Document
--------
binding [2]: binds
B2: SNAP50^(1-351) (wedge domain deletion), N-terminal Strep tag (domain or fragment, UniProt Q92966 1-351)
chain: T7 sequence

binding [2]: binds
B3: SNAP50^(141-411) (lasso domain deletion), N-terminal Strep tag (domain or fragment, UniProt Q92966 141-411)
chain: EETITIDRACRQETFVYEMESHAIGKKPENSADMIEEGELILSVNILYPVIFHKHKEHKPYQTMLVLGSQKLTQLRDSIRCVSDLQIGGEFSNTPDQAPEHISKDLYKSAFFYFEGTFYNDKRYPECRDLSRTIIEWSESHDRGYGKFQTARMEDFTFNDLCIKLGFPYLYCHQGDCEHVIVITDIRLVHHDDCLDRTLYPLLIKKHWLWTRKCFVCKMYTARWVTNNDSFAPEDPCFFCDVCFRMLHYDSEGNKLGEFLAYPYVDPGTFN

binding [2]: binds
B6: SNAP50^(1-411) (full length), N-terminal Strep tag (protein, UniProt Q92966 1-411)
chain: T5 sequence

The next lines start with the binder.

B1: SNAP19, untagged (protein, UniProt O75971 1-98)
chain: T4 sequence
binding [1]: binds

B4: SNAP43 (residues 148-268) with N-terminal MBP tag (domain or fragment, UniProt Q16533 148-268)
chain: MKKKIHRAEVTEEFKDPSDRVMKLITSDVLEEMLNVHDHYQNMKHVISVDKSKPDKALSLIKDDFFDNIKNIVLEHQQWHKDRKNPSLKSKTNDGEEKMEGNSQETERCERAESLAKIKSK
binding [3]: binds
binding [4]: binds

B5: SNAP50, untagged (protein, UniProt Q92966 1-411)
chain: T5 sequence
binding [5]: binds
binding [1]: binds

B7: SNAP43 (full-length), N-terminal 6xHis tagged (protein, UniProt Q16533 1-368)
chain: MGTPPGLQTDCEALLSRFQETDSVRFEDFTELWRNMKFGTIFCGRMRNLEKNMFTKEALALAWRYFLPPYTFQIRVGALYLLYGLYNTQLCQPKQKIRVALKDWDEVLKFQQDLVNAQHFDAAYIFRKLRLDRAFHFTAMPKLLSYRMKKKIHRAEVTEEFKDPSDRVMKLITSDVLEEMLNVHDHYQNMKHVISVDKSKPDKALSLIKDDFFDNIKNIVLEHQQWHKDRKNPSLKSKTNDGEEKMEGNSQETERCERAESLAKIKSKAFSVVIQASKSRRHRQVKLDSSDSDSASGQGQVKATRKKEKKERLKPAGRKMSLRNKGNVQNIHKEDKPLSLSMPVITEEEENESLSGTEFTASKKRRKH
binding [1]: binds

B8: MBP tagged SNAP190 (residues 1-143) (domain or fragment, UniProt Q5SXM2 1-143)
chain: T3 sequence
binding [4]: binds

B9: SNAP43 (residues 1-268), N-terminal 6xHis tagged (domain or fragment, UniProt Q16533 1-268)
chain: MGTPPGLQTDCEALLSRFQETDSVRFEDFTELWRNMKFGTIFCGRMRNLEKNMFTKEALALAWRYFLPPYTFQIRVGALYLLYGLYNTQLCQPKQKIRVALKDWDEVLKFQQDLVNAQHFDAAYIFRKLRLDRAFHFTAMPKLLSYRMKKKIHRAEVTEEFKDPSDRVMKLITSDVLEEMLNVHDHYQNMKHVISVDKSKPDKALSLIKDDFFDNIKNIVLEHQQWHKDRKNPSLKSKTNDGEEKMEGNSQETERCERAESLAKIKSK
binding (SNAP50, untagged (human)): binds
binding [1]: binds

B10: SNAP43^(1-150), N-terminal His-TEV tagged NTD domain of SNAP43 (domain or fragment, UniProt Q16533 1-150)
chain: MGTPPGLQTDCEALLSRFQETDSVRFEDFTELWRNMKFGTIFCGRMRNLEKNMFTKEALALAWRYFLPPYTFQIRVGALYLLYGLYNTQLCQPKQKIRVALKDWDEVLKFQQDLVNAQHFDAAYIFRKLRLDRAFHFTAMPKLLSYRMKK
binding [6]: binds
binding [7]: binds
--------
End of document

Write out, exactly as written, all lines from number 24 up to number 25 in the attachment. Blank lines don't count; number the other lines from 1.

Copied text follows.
binding [1]: binds

B8: MBP tagged SNAP190 (residues 1-143) (domain or fragment, UniProt Q5SXM2 1-143)